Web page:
πατήρ ἡμῶν means God, in so far as we, as Christians, are His children through the υἱοθεσία (see on Galatians 4:5; Romans 8:15).

καὶ κυρίου] i.e. καὶ ἀπὸ κυρίου, not, as Glöckler, following Erasmus, takes it, “and the Father of our Lord Jesus Christ,” for against this view stands the decisive fact that God is never called our and Christ’s Father; see also Titus 1:4; 2 Timothy 1:2. The formal equalisation of God and Christ cannot be certainly used as a proof (as Philippi and Mehring contend) of the divine nature of Christ—which, however, is otherwise firmly enough maintained by Paul—since the different predicates πατρός and κυρίου imply the different conceptions of the causa principalis and medians. For this purpose different prepositions were not required; comp on Galatians 1:1.

[332] .τ.λ. καὶ τὰ λοιπά.

[333] With these parallels before us, it is unreasonable to ask why Paul does not designate the readers as a church. Bengel and van Hengel are of opinion that no regular congregational bond was as yet in existence. Th. Schott thinks that Paul as yet stood in no relation whatever to the church. The ὄντες ἐν ʼΡώμῃ κ.τ.λ. are the church, and it is to the churches that he has written where he does not write to specified persons.

[337] Regarding Otto’s attempted derivation of it from the Aaronic benediction, see on 1 Corinthians 1:3.

Romans 1:7. The salutation proper. It is addressed to all who are in Rome, etc., to include Christians of Jewish as well as Gentile origin. They are ἀγαπητοὶ θεοῦ, God’s beloved, because they have had experience of His redeeming love in Jesus Christ; and they are κλητοὶ ἅγιοι, saints, in virtue of His calling. See on κλητὸς ἀπόστολος above. The word ἅγιος did not originally describe character, but only a certain relation to God; the ἅγιοι are God’s people. What this means depends of course on what God is; it is assumed in scripture that the character of God’s people will answer to their relation to Him. It is worth mentioning that, as a synonym for Christian, it is never applied in the N.T. to an individual: no person is called ἅγιος. Php 4:21 (ἀσπάσασθε πάντα ἅγιον ἐν Χ. .) is not an exception. The ideal of God’s people cannot be adequately realised in, and ought not to be presumptuously claimed by, any single person. (Hort’s Christian Ecclesia, 56.) Paul wishes the Romans grace and peace (the source and the sum of all Christian blessings) from God our Father, and from the Lord Jesus Christ. The greeting is followed by a thanksgiving, which passes over insensibly into an introduction of a more personal character, in which Paul explains his desire to visit the Romans and to work among them (Romans 1:8-15).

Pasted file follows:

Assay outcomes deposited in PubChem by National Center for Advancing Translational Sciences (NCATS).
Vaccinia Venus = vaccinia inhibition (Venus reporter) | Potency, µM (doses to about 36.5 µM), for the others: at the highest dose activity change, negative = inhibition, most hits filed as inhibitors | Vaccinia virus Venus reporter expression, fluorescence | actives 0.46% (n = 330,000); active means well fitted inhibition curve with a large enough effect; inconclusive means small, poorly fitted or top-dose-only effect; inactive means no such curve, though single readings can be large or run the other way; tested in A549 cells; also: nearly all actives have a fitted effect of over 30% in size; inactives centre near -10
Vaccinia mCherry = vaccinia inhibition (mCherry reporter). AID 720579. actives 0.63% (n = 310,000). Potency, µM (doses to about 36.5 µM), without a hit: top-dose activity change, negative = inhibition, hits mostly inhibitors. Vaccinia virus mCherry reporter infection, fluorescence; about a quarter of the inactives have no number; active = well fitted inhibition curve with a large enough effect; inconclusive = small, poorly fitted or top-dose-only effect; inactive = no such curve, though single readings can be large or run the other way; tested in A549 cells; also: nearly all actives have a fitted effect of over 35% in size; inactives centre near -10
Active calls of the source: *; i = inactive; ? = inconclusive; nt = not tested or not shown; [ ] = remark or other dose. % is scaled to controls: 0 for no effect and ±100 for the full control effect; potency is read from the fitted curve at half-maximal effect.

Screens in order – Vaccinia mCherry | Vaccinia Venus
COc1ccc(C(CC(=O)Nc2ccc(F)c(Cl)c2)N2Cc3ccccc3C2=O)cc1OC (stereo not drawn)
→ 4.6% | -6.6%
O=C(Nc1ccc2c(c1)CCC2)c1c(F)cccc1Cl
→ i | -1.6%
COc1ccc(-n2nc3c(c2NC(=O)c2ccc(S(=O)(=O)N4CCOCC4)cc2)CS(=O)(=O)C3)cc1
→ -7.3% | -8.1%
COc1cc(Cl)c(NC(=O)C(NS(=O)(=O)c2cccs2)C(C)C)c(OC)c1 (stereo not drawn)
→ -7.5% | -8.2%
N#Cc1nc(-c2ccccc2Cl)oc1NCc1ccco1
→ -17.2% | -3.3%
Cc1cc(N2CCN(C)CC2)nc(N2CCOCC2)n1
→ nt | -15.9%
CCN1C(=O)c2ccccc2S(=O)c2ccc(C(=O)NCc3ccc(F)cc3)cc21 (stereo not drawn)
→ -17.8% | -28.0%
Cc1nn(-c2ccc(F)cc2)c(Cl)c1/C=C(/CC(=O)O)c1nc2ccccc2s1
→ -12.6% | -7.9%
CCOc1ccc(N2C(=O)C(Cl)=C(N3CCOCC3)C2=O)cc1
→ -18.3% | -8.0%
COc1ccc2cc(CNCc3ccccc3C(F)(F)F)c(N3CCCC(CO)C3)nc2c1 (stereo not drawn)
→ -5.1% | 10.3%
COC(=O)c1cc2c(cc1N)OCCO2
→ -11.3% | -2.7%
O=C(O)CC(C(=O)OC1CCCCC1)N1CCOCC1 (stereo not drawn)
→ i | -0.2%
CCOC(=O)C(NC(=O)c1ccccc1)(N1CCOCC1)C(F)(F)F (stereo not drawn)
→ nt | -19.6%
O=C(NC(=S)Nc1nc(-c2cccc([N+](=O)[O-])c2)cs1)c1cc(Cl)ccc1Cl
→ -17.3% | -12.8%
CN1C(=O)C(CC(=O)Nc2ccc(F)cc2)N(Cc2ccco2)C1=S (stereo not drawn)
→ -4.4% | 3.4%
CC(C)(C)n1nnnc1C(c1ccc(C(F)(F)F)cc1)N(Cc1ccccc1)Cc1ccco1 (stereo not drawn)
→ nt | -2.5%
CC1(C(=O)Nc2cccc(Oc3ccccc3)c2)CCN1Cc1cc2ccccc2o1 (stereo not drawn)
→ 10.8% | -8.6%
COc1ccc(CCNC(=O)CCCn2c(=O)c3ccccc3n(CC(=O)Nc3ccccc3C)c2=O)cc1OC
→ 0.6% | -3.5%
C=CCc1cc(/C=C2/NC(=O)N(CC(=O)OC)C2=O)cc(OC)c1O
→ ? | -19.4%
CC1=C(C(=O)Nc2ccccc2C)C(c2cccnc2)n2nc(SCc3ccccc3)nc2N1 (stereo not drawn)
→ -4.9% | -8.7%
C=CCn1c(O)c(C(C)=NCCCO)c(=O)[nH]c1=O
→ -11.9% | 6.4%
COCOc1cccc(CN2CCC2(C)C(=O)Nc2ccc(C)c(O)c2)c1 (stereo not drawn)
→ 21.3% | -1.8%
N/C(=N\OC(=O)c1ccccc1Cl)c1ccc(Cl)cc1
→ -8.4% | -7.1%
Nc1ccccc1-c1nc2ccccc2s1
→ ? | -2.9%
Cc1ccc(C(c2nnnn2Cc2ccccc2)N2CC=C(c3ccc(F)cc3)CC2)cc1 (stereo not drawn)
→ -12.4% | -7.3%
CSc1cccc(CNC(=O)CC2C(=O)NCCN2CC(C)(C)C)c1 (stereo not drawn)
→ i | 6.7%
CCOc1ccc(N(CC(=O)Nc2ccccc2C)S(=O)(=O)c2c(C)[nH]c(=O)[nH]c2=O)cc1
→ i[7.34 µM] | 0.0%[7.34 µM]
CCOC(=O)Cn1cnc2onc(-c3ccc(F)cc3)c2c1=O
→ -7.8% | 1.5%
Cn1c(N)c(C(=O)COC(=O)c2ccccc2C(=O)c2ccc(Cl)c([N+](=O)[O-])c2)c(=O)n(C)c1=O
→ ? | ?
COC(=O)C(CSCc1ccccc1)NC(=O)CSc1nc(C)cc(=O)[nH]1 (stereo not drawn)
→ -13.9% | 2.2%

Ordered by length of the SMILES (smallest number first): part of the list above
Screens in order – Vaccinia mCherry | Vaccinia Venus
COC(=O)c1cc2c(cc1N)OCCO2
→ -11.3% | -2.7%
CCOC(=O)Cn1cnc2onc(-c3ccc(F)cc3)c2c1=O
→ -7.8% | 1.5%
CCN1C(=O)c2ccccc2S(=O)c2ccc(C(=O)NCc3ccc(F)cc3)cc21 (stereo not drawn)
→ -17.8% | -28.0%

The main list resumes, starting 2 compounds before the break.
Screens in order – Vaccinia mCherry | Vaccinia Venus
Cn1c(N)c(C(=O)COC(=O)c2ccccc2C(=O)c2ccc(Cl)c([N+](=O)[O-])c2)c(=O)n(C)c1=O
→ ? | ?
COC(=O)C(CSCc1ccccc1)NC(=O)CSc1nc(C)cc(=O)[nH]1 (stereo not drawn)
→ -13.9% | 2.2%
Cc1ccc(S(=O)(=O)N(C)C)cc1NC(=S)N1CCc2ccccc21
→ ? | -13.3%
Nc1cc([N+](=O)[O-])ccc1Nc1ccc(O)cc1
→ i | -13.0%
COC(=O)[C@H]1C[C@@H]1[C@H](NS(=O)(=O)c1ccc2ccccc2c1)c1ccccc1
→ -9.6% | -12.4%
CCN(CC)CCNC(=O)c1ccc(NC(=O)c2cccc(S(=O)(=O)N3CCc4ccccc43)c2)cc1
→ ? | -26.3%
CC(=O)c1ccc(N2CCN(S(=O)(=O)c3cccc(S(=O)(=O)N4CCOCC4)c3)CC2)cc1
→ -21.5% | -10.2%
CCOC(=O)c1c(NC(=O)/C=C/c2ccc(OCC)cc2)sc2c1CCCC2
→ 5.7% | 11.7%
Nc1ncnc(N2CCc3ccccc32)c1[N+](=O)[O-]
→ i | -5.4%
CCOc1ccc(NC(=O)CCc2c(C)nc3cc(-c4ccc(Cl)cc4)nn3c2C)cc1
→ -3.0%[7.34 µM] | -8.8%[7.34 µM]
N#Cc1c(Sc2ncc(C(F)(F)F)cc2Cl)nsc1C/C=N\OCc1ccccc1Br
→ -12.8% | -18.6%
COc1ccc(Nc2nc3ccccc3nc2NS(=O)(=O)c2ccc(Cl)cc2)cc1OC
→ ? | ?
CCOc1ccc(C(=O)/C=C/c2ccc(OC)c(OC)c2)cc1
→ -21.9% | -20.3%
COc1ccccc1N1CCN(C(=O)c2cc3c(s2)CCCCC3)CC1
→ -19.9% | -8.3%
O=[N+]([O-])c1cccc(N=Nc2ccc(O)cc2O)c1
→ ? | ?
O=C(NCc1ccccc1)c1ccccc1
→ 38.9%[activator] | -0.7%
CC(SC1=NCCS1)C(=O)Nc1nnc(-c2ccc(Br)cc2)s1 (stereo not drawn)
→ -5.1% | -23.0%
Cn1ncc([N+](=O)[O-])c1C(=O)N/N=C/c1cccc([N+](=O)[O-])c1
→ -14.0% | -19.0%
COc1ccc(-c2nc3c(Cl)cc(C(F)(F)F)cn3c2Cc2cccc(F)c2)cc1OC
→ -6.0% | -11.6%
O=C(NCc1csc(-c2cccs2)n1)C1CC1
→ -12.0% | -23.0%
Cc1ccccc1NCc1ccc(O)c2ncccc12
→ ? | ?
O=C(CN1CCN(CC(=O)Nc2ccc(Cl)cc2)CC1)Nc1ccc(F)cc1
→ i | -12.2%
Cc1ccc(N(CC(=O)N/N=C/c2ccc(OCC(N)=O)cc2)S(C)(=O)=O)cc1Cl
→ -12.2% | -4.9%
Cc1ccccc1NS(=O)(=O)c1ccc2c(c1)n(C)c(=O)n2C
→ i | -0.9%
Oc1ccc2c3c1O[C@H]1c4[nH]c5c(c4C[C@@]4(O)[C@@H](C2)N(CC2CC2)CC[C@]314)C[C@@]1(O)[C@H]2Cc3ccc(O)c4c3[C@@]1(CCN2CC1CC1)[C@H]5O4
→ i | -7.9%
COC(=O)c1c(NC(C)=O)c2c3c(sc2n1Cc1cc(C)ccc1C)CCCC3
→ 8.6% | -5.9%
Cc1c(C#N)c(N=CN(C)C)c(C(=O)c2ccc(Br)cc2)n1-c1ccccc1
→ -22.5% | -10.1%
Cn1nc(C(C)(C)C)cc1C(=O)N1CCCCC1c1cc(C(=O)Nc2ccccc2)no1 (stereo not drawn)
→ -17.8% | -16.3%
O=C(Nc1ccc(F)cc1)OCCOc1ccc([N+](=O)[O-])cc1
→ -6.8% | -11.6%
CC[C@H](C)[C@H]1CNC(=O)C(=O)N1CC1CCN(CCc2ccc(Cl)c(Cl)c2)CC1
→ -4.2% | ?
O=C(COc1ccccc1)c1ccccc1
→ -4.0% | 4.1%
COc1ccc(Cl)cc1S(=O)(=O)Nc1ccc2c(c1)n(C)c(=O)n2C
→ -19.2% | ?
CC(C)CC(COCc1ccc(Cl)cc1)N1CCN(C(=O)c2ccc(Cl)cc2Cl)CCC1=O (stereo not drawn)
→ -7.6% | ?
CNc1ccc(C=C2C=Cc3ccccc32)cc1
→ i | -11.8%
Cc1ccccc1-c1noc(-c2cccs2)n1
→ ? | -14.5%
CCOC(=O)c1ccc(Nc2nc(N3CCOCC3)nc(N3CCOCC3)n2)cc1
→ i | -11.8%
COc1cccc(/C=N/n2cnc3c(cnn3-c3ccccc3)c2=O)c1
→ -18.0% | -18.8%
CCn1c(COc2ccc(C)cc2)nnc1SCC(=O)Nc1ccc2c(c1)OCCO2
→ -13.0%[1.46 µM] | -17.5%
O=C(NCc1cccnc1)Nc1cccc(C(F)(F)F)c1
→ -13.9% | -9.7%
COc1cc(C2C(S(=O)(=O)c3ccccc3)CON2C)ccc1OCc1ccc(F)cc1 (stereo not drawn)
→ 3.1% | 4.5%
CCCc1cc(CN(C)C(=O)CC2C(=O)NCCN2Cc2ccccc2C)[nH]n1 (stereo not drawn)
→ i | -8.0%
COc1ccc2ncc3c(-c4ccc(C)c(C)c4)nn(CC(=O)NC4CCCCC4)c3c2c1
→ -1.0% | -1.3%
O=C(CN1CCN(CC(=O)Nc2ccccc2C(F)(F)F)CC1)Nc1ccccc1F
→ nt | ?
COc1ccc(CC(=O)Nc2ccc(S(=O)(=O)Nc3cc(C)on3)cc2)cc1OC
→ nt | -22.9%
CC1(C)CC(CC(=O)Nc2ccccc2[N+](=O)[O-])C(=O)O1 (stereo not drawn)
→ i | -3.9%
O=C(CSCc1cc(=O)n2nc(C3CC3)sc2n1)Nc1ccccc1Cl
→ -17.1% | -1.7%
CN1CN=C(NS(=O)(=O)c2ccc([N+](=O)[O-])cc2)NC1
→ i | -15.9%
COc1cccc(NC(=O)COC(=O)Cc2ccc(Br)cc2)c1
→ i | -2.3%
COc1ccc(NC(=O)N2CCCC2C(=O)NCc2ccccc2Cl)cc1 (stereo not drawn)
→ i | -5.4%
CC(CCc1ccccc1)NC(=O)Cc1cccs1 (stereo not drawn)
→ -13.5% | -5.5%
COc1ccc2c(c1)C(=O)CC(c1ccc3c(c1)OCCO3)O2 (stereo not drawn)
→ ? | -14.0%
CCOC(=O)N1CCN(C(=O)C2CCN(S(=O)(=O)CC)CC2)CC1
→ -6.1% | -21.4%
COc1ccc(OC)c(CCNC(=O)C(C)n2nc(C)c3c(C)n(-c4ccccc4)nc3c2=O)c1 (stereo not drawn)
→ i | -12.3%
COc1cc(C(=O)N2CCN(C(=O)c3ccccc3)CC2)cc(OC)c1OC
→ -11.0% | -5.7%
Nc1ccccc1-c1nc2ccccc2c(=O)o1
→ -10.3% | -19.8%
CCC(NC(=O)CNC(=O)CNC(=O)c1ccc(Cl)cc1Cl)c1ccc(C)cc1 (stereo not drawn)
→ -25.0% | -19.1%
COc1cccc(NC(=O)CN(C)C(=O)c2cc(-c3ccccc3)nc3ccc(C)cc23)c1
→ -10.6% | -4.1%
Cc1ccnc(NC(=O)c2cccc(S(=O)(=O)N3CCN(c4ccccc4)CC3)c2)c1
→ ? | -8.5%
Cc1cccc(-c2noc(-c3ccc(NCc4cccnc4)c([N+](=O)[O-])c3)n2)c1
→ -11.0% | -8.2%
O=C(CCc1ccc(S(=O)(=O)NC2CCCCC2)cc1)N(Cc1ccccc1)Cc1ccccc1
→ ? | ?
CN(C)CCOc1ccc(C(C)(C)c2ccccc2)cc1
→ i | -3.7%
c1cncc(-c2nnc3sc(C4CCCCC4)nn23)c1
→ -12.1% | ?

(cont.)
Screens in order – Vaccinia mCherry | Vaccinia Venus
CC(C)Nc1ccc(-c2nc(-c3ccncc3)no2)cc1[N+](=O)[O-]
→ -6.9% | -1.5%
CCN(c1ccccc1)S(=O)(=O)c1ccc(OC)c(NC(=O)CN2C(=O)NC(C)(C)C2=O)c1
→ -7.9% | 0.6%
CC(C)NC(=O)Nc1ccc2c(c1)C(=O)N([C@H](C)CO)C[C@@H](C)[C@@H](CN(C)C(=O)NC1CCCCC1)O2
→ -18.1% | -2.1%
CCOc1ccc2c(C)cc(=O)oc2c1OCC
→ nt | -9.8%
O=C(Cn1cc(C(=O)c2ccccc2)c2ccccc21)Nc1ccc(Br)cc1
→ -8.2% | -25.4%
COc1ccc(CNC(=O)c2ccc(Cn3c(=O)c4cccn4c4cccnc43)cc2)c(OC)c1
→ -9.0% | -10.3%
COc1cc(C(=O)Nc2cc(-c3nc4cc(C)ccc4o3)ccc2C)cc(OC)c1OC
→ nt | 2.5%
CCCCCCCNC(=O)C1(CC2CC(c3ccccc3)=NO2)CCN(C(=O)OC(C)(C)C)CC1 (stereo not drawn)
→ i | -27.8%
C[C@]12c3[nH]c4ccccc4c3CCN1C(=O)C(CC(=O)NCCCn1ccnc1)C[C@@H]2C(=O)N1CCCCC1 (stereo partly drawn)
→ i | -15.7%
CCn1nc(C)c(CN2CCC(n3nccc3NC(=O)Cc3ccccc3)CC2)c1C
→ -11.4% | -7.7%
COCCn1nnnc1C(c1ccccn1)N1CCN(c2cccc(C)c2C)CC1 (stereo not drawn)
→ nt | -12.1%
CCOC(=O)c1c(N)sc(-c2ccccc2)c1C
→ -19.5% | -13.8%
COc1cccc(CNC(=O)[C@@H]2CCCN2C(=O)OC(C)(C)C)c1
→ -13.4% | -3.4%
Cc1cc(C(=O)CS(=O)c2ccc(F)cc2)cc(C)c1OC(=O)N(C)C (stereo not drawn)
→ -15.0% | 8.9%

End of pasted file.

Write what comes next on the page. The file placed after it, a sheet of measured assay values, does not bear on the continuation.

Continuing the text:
7. to all that be in Rome, beloved of God] Better perhaps without comma: to all God’s beloved ones who are in Rome. The Gr. admits either construction.

called to be saints] Lit. called saints; i.e., practically, “converted, so as to be saints.” The idea is not of a “call” which may or may not result in sanctification. They were “saints” as being “called.” The same phrase occurs 1 Corinthians 1:2. See on Romans 1:6 above.